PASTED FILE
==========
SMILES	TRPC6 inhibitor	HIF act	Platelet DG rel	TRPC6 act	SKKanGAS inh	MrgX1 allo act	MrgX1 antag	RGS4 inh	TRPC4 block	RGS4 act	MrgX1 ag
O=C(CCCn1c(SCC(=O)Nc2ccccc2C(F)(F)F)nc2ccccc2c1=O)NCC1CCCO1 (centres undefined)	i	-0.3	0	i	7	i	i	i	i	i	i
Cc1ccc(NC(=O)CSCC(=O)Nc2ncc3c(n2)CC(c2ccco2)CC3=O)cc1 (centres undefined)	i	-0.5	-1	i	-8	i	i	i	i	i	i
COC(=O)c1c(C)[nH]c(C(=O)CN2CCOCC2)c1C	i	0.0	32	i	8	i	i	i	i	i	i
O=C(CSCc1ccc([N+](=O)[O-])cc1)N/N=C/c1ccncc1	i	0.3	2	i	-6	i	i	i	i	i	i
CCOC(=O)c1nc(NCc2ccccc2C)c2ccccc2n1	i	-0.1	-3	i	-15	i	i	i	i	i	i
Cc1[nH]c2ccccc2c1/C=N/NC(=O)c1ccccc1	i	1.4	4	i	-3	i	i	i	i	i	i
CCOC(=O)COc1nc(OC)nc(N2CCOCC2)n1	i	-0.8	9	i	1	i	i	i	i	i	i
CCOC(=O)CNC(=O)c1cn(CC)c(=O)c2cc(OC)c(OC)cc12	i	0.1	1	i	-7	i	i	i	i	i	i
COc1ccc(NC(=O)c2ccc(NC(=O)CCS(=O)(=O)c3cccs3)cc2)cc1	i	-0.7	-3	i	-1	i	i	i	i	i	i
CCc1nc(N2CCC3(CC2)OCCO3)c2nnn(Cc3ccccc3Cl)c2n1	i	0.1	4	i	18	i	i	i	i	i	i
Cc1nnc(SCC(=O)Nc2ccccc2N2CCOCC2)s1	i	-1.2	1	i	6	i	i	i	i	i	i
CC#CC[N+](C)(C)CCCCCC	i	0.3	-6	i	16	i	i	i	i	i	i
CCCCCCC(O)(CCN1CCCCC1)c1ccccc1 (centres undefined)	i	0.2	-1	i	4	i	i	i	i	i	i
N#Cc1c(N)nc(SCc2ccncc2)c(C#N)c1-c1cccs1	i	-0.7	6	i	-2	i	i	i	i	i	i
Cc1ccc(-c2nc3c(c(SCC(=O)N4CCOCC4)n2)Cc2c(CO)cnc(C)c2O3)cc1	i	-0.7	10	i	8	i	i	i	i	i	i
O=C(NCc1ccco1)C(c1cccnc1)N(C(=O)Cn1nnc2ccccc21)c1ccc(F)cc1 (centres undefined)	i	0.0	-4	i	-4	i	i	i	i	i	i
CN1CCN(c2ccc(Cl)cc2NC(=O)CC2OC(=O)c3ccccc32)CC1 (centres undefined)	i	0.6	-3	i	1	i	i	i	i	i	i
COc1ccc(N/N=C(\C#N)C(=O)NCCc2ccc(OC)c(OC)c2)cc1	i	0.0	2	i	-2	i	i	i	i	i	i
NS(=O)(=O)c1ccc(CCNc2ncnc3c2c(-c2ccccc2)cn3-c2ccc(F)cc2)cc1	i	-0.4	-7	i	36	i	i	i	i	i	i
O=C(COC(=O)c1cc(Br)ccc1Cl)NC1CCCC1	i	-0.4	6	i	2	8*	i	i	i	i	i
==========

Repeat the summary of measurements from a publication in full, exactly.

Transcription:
SMILES	TRPC6 inhibitor	HIF act	Platelet DG rel	TRPC6 act	SKKanGAS inh	MrgX1 allo act	MrgX1 antag	RGS4 inh	TRPC4 block	RGS4 act	MrgX1 ag
O=C(CCCn1c(SCC(=O)Nc2ccccc2C(F)(F)F)nc2ccccc2c1=O)NCC1CCCO1 (centres undefined)	i	-0.3	0	i	7	i	i	i	i	i	i
Cc1ccc(NC(=O)CSCC(=O)Nc2ncc3c(n2)CC(c2ccco2)CC3=O)cc1 (centres undefined)	i	-0.5	-1	i	-8	i	i	i	i	i	i
COC(=O)c1c(C)[nH]c(C(=O)CN2CCOCC2)c1C	i	0.0	32	i	8	i	i	i	i	i	i
O=C(CSCc1ccc([N+](=O)[O-])cc1)N/N=C/c1ccncc1	i	0.3	2	i	-6	i	i	i	i	i	i
CCOC(=O)c1nc(NCc2ccccc2C)c2ccccc2n1	i	-0.1	-3	i	-15	i	i	i	i	i	i
Cc1[nH]c2ccccc2c1/C=N/NC(=O)c1ccccc1	i	1.4	4	i	-3	i	i	i	i	i	i
CCOC(=O)COc1nc(OC)nc(N2CCOCC2)n1	i	-0.8	9	i	1	i	i	i	i	i	i
CCOC(=O)CNC(=O)c1cn(CC)c(=O)c2cc(OC)c(OC)cc12	i	0.1	1	i	-7	i	i	i	i	i	i
COc1ccc(NC(=O)c2ccc(NC(=O)CCS(=O)(=O)c3cccs3)cc2)cc1	i	-0.7	-3	i	-1	i	i	i	i	i	i
CCc1nc(N2CCC3(CC2)OCCO3)c2nnn(Cc3ccccc3Cl)c2n1	i	0.1	4	i	18	i	i	i	i	i	i
Cc1nnc(SCC(=O)Nc2ccccc2N2CCOCC2)s1	i	-1.2	1	i	6	i	i	i	i	i	i
CC#CC[N+](C)(C)CCCCCC	i	0.3	-6	i	16	i	i	i	i	i	i
CCCCCCC(O)(CCN1CCCCC1)c1ccccc1 (centres undefined)	i	0.2	-1	i	4	i	i	i	i	i	i
N#Cc1c(N)nc(SCc2ccncc2)c(C#N)c1-c1cccs1	i	-0.7	6	i	-2	i	i	i	i	i	i
Cc1ccc(-c2nc3c(c(SCC(=O)N4CCOCC4)n2)Cc2c(CO)cnc(C)c2O3)cc1	i	-0.7	10	i	8	i	i	i	i	i	i
O=C(NCc1ccco1)C(c1cccnc1)N(C(=O)Cn1nnc2ccccc21)c1ccc(F)cc1 (centres undefined)	i	0.0	-4	i	-4	i	i	i	i	i	i
CN1CCN(c2ccc(Cl)cc2NC(=O)CC2OC(=O)c3ccccc32)CC1 (centres undefined)	i	0.6	-3	i	1	i	i	i	i	i	i
COc1ccc(N/N=C(\C#N)C(=O)NCCc2ccc(OC)c(OC)c2)cc1	i	0.0	2	i	-2	i	i	i	i	i	i
NS(=O)(=O)c1ccc(CCNc2ncnc3c2c(-c2ccccc2)cn3-c2ccc(F)cc2)cc1	i	-0.4	-7	i	36	i	i	i	i	i	i
O=C(COC(=O)c1cc(Br)ccc1Cl)NC1CCCC1	i	-0.4	6	i	2	8*	i	i	i	i	i